One of the pleasures of living in Israel is marking daily life according to the Jewish calendar; we chart our course through the year from Jewish holiday to Jewish holiday. When I moved to Israel, it was easy for me to forgo some of the holidays that I grew up with in America that I knew had a distinctly non-Jewish origin. It was also a pleasant surprise to discover other holidays here that unite Israelis across the spectrum – such as Tu B’Av, also known as the festival of love.
Tu B’Av (the 15th of the month of Av) arrives shortly after the mourning period that leads to Tishah B’Av, the date on which the First and Second Holy Temples were destroyed.
Throughout much of Jewish history, Tu B’Av, a rabbinic holiday,was not well known and became more popular upon the establishment of the State of Israel. It is regarded as a “Jewish Valentine’s Day” and is considered opportune for dating, romance, engagements, and marriage. Tu B’Av is a regular workday, and the only special observances that are mandated are the changes to daily prayers, as on other holidays. Still, it is also a day on which celebrations are held in Israel throughout the different sectors of society.
Kehillat Emet VeShalom, my Reform congregation in Nahariya, Israel, has a multicultural and multilingual membership that includes native Israelis as well as large groups of South American and Anglo Saxon immigrants, many of whom neither speak nor understand Hebrew well. Therefore, one of our mandates is “to help bridge the gap between the many culture and language groups that call Nahariya and the Western Galilee their home.”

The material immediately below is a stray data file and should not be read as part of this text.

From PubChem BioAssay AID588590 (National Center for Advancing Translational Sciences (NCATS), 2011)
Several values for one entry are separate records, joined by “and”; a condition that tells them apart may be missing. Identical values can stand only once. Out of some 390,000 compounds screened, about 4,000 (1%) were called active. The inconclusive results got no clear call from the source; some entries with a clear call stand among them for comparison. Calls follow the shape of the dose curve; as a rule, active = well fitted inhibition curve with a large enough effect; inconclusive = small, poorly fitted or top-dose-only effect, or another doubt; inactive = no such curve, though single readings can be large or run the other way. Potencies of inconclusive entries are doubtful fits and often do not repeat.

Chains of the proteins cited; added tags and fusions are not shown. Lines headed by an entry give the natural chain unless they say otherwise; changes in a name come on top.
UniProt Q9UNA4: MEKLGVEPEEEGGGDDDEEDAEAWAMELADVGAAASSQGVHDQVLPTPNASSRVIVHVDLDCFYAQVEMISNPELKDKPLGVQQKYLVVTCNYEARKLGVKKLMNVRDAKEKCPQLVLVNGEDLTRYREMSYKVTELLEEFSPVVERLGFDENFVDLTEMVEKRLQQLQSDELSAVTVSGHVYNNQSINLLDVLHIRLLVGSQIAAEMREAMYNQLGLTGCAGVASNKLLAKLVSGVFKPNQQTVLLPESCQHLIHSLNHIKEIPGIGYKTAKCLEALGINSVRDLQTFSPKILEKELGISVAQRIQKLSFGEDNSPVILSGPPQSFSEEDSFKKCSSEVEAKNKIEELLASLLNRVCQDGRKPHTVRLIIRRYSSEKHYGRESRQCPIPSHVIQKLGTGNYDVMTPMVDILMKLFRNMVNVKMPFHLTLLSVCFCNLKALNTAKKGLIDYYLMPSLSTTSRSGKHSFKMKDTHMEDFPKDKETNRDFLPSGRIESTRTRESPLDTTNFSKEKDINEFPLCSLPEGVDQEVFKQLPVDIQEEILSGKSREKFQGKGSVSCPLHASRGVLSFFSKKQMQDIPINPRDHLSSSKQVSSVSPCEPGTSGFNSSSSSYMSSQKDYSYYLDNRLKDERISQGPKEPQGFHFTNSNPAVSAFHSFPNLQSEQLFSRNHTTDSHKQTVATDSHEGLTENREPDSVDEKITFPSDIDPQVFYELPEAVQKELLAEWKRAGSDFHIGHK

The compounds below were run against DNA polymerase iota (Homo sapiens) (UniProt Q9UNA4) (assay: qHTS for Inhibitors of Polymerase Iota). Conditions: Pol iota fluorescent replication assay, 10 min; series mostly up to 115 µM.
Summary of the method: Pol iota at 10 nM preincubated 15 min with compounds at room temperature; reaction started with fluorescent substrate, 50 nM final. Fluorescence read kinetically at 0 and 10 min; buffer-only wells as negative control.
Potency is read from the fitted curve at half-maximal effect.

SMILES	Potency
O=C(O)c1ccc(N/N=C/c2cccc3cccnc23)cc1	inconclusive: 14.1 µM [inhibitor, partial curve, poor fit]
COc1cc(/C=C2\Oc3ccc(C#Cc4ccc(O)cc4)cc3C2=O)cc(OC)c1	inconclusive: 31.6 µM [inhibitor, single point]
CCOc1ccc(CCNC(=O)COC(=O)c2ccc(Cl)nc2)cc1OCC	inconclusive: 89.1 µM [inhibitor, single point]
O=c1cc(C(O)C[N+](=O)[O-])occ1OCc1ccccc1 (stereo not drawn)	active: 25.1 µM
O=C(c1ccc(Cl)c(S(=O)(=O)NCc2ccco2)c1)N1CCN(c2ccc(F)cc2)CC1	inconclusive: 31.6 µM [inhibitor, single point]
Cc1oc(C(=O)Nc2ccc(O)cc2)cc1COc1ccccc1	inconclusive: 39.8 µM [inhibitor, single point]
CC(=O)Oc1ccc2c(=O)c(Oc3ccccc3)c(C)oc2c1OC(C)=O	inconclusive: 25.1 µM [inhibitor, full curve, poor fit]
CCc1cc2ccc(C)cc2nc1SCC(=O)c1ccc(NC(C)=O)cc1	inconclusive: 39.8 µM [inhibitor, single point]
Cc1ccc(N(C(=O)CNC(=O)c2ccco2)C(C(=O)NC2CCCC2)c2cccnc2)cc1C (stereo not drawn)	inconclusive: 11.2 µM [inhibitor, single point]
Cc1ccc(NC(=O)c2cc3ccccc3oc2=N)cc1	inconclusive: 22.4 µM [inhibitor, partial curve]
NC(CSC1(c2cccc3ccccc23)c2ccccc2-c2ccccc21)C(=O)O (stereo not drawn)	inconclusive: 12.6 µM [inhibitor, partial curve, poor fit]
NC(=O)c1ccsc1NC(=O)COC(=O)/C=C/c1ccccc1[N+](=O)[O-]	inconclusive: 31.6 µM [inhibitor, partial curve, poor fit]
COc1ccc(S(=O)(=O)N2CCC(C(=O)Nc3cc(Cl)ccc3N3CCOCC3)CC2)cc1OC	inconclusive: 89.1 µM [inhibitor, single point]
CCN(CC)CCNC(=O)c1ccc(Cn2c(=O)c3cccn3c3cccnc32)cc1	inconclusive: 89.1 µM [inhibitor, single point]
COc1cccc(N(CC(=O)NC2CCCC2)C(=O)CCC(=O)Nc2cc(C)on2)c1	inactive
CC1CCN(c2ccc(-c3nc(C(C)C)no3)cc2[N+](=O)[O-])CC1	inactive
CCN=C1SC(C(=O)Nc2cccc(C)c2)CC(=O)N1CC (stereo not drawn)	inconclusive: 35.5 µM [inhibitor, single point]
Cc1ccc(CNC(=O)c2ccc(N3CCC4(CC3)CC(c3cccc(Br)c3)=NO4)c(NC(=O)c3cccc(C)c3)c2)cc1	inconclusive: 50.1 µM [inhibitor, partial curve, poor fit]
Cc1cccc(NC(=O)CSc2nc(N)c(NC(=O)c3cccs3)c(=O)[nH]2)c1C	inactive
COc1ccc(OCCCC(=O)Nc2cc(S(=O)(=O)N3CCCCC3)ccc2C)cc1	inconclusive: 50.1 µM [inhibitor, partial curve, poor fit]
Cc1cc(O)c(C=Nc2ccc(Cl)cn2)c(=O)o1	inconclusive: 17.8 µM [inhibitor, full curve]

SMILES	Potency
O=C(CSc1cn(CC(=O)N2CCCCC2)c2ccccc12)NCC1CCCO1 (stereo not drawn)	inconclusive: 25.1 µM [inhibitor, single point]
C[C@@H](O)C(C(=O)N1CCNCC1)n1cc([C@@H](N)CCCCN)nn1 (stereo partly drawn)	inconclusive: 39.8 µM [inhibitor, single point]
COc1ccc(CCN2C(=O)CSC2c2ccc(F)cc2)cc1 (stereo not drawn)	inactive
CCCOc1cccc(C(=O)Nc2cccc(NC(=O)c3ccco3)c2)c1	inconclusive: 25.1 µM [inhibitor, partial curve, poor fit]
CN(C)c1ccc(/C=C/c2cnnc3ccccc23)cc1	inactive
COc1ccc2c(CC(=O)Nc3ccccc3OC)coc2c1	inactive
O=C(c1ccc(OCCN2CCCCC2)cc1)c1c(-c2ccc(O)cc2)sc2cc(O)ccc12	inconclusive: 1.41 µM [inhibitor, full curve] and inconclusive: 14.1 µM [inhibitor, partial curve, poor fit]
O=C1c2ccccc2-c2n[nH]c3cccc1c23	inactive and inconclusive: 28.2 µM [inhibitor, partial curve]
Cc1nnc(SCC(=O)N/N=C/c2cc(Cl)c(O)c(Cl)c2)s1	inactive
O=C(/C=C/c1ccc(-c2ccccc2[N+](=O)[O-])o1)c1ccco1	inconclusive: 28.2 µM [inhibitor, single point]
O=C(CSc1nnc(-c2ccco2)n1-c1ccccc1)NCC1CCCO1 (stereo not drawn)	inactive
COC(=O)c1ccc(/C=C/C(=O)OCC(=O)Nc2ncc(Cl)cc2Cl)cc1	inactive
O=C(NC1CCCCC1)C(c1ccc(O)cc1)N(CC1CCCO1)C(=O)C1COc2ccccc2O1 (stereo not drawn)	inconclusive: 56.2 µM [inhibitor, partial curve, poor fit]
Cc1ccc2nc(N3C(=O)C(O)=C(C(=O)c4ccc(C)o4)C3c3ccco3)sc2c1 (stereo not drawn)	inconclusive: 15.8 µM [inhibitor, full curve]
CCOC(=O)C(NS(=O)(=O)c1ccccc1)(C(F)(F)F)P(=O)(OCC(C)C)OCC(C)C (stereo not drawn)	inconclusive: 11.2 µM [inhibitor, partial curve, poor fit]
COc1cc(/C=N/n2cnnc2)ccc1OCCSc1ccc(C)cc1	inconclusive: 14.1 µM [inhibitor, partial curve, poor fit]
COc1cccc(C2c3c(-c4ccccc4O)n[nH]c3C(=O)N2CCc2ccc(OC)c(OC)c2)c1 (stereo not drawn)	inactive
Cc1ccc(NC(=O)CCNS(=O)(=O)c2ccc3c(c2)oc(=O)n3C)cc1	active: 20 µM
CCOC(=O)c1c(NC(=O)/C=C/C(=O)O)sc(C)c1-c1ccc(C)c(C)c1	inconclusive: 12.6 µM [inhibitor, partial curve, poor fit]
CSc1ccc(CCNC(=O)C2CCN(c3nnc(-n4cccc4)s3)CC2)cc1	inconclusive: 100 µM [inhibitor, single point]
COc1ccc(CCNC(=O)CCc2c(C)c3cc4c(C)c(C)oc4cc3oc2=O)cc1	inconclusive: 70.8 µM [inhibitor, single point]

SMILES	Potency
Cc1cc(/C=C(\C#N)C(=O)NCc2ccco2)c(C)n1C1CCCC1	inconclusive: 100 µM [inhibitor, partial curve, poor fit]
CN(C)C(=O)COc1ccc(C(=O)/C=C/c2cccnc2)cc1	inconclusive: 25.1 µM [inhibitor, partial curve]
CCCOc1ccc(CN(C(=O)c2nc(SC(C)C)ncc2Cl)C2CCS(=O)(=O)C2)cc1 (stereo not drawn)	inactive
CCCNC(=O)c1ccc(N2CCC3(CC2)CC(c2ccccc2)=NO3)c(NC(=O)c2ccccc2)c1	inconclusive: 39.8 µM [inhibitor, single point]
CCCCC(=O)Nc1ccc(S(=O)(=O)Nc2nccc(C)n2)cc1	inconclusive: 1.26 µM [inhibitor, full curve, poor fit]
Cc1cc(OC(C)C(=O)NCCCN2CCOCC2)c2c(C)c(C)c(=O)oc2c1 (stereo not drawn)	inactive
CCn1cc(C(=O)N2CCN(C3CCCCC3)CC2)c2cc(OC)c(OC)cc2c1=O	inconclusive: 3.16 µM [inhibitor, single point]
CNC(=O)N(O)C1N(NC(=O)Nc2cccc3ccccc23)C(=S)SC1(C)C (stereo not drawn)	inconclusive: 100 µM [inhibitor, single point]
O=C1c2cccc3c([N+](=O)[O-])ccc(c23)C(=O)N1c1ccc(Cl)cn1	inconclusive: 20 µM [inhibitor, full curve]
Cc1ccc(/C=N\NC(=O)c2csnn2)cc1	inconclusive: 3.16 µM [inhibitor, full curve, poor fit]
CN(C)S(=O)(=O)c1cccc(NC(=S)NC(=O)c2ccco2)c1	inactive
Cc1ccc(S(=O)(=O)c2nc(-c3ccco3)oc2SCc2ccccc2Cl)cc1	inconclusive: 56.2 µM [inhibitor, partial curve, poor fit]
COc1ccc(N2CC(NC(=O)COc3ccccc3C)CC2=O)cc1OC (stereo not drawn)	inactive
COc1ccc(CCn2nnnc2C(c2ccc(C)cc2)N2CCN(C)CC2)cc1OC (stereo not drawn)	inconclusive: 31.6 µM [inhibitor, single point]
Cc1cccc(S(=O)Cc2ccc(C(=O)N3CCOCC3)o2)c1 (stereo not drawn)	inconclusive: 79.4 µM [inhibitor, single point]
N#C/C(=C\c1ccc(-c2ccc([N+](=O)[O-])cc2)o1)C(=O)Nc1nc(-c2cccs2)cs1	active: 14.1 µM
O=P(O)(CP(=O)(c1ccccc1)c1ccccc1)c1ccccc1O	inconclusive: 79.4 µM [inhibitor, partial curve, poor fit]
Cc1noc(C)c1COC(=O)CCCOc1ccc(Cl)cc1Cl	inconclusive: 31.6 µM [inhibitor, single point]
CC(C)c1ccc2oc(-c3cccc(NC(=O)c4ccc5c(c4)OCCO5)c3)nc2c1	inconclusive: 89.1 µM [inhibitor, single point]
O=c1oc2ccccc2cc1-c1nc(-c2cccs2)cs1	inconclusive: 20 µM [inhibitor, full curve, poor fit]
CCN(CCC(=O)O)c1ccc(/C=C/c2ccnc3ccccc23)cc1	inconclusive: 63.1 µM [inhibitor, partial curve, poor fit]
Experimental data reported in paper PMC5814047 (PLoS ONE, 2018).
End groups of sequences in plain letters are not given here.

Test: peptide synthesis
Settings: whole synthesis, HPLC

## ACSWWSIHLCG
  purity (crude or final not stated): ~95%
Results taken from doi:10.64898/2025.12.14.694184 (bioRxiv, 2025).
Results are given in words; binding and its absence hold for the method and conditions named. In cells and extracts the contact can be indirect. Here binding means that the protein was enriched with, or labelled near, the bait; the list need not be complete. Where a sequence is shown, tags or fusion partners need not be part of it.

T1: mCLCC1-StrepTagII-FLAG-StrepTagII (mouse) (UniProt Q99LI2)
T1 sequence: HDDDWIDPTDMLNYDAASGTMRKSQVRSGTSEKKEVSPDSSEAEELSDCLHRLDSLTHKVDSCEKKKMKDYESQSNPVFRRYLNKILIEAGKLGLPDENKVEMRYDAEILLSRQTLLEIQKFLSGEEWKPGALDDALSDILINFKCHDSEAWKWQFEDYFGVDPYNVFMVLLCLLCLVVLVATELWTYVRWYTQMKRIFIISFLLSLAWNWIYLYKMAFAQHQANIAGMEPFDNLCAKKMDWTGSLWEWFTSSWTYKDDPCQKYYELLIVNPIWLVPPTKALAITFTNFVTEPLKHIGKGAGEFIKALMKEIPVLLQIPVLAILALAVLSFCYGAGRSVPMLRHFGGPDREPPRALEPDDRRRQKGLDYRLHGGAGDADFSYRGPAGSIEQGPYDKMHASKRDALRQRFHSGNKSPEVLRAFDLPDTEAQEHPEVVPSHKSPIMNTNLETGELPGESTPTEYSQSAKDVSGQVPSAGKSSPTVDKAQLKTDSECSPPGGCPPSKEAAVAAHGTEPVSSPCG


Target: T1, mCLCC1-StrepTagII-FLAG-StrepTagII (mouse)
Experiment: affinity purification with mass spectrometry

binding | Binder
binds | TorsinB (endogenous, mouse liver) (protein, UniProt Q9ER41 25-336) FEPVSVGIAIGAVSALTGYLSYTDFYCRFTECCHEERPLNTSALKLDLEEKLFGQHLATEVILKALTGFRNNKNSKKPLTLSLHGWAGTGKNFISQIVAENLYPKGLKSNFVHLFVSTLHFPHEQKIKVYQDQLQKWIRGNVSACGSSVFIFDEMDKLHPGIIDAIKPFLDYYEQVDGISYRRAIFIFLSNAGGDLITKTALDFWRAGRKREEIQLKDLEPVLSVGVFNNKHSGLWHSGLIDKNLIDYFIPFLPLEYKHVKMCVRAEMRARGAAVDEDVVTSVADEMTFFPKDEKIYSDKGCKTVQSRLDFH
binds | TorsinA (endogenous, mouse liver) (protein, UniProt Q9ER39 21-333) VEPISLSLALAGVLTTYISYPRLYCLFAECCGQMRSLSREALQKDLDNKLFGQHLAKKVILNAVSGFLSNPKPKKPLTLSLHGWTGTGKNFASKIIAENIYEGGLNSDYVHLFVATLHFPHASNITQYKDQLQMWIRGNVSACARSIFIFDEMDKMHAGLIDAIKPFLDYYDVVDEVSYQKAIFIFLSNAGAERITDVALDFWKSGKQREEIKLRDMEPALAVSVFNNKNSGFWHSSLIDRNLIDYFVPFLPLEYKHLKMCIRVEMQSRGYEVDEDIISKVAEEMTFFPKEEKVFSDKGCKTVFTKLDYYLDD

Our annual Tu B’Av event is one of the many ways we continue to build an inclusive community; a task which is often challenging. We hold a special program that includes the performance of love songs throughout Jewish history, a discussion of the history and customs of the festival and a discussion of love stories from the Bible in the different languages of our congregants.
Throughout the year, we hold Jewish study programs using relevant Hebrew texts, according to the Jewish calendar, and connect the subjects to current Israeli identity. We believe it is important to be familiar with our roots and to explore the link that connects us between our past and our present lives in Israel. Tu B’Avallows for a lighthearted and meaningful way we can further Jewish learning as we enjoy and grow together as a congregation.
As Israel is unfortunately marked by much divisiveness in society and too often by incidents of tragedy, celebrating a Jewish holiday of love that can foster mutual understanding is something from which we can all benefit.